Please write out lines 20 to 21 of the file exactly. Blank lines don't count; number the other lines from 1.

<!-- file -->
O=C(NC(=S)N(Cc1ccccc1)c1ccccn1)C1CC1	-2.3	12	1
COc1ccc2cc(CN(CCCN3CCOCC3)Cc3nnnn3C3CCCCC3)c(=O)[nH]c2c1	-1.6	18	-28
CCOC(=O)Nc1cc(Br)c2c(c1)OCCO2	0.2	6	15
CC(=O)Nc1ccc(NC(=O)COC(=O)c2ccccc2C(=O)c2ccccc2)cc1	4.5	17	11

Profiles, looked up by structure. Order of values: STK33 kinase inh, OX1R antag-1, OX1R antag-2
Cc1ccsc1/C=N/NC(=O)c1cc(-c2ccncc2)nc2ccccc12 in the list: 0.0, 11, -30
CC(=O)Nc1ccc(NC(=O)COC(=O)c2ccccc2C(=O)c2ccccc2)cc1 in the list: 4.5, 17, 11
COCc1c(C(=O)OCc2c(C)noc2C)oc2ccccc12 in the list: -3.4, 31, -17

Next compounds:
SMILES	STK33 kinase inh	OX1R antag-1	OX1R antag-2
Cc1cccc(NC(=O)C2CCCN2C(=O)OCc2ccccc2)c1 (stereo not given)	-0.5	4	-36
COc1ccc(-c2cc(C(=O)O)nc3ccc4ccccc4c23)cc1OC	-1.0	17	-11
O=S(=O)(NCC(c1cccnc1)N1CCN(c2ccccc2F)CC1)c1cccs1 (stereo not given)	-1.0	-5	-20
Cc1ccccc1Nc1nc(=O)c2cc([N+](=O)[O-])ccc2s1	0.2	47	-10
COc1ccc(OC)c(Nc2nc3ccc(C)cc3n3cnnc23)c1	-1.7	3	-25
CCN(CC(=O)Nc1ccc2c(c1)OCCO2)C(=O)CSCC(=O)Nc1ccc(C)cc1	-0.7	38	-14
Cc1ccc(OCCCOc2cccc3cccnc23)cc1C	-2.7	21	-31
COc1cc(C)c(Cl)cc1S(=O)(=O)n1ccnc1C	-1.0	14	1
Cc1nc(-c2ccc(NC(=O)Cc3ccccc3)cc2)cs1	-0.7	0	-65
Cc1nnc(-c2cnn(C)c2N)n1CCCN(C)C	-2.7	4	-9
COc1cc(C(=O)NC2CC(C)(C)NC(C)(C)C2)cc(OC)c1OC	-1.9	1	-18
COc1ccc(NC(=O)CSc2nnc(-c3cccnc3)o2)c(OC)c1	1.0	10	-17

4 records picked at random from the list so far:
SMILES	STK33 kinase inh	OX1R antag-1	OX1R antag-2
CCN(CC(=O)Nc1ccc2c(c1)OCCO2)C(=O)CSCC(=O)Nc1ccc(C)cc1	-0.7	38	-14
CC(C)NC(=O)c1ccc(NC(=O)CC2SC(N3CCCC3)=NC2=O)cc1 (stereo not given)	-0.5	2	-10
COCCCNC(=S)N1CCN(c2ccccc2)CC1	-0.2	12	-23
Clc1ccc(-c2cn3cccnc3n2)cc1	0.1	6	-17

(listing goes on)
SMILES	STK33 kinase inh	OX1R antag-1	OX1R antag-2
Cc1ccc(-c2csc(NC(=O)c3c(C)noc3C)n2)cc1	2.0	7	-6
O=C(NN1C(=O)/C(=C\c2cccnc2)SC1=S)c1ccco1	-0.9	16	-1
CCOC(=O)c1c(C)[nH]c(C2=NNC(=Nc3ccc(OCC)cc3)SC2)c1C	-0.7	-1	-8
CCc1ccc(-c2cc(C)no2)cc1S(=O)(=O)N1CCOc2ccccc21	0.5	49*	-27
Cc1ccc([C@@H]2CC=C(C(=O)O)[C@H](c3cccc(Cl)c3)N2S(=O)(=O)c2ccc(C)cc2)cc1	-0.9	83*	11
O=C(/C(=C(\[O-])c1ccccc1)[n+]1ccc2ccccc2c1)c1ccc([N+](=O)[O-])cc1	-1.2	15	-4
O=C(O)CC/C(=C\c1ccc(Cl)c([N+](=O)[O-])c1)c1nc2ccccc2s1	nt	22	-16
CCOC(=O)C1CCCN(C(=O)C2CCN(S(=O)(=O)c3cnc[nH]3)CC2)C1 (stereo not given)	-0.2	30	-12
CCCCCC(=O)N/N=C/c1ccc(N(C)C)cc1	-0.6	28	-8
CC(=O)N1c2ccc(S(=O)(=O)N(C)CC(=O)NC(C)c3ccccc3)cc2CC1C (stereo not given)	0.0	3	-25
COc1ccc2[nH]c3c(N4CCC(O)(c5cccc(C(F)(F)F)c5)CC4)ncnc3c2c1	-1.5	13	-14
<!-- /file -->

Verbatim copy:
Cc1nnc(-c2cnn(C)c2N)n1CCCN(C)C	-2.7	4	-9
COc1cc(C(=O)NC2CC(C)(C)NC(C)(C)C2)cc(OC)c1OC	-1.9	1	-18